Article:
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Kavanaugh accuser agrees to testify before Senate panel

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Christine Blasey Ford is readying for public testimony on Thursday morning about her sexual assault allegation against Brett Kavanaugh, although several central elements of the hearing remain unresolved in talks with the Senate Judiciary Committee, her attorneys said on Sunday.

Ford’s lawyers and the bipartisan staff on the Judiciary panel held a second call in two days on Sunday as they continued to hash out details of a hearing later this week that promises to have seismic consequences for Kavanaugh’s Supreme Court nomination, as well as the turbulent electoral landscape weeks away from the November midterms.

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The call lasted about an hour, according to a source familiar with the conversation, and resulted in a timing confirmation for 10 a.m. Thursday. But no firm decision has been reached on whether Republicans would use staff attorneys to question Ford about her claim that Kavanaugh tried to force himself on her more than 30 years ago — an approach the GOP is considering in order to avoid the perilous prospect of Ford getting grilled by its all-male Judiciary Committee membership, some of whom are publicly skeptical of her account.

“We were told no decision has been made on this important issue, even though various senators have been dismissive of her account and should have to shoulder their responsibility to ask her questions,” Ford’s attorneys, Debra Katz, Lisa Banks and Michael Bromwich, said in a statement on Sunday. “Nor were we told when we would have that answer or answers to the other unresolved issues.”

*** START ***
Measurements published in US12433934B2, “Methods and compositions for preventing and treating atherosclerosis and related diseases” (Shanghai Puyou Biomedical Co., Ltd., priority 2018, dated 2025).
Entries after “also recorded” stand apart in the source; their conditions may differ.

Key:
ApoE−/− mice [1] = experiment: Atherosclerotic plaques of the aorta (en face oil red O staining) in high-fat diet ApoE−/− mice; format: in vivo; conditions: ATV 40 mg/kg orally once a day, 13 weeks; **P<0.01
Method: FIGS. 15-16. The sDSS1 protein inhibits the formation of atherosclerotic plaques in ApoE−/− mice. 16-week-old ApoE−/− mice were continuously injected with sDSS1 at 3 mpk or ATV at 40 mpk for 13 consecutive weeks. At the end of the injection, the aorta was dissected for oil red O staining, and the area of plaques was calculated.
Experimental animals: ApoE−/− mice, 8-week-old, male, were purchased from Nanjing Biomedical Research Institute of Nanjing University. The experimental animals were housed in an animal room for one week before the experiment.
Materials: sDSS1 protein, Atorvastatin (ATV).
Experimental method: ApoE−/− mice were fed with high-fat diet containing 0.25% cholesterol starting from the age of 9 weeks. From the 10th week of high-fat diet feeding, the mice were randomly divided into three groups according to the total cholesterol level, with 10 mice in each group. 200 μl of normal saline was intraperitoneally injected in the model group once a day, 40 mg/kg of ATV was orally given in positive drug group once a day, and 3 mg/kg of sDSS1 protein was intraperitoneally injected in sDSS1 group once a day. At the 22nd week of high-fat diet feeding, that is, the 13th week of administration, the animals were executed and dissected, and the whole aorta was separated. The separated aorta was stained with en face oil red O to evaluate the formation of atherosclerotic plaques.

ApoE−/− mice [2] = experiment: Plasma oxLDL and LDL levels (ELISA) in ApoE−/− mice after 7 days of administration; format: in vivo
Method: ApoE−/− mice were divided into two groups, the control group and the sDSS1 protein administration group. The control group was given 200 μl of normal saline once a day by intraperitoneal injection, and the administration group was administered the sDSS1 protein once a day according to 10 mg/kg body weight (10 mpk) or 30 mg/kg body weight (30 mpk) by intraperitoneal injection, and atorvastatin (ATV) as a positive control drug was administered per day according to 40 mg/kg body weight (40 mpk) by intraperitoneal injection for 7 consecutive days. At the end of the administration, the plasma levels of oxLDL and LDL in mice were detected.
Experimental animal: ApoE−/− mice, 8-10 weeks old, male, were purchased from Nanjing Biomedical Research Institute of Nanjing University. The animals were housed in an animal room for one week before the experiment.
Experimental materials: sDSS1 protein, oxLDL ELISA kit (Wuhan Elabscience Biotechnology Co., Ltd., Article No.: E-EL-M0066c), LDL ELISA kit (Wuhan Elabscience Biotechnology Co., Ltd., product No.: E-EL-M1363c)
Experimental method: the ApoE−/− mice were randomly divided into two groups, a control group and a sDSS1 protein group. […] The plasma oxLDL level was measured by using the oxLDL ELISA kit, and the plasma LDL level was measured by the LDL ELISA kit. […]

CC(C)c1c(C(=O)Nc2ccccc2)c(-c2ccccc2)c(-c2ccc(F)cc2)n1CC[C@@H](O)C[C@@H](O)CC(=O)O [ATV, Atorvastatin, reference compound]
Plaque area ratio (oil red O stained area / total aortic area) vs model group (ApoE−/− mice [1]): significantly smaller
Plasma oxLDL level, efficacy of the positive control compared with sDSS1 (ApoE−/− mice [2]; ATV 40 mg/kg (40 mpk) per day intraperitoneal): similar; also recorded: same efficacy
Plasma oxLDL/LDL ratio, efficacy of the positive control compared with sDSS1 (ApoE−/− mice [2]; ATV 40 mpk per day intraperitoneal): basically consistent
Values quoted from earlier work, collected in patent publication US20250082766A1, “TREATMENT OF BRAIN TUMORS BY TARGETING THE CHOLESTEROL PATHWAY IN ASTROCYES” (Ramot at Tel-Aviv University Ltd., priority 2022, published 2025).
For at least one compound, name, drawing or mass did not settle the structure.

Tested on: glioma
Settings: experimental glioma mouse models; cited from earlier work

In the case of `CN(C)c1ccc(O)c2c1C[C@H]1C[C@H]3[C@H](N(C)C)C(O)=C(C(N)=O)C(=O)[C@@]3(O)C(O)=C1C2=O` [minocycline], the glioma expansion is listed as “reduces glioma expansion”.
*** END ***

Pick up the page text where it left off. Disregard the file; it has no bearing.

The committee has sought to accommodate another request from Ford’s legal team by giving her dedicated security for the hearing, which would include breaks at 45-minute intervals, according to the source familiar with Sunday morning’s conversation. The source also said Ford’s legal team indicated willingness to give ground on another item the committee had insisted on, slating Ford to testify first even though she had asked that Kavanaugh go first.

Anita Hill

Ford’s lawyers continue to call for subpoenaed testimony from Mark Judge, the third individual she has said was in the room during the alleged assault, and have also requested testimony from the examiner who administered a polygraph test to her as well as trauma experts, according to the source. Republicans have not budged from their plans for the hearing to include just two witnesses, however — Kavanaugh and Ford — which leaves Democrats to consider ways to amplify the perspective of other witnesses outside the formal hearing process.

The progress toward a Kavanaugh-Ford hearing came as Senate Republicans signaled earlier on Sunday that while they were willing to accommodate her, it would take a lot more than an uncorroborated, 36-year-old allegation to sink his Supreme Court bid.

“She will be treated respectfully, but she will be challenged, just like Judge Kavanaugh,” said Sen. Lindsey Graham (R-S.C.), who sits on the Judiciary Committee. However, he added, “Unless there’s something more, no, I’m not gonna ruin Judge Kavanaugh’s life over this.”

In an interview on “Fox News Sunday,” Graham told host Chris Wallace that the committee’s chairman, Sen. Chuck Grassley (R-Iowa), had “bent over backwards” to set up a hearing with Kavanaugh and Ford, who has accused the high court nominee of sexually assaulting her at a party when the two were in high school.

Referring to the push by Ford’s legal team for outside witnesses and no use of Republican staff attorneys to question her, Graham added: “If they continue to contest those two things, there won’t be a hearing.”

Senate Republicans insist they’ve dealt with the sexual assault allegation in a serious, fair manner, delaying a planned committee vote earlier this month as the panel negotiated a hearing shortly after Ford publicly identified herself as the author of a confidential letter sent to Sen. Dianne Feinstein (D-Calif.), the top Democrat on the committee, in July.

Brett Kavanaugh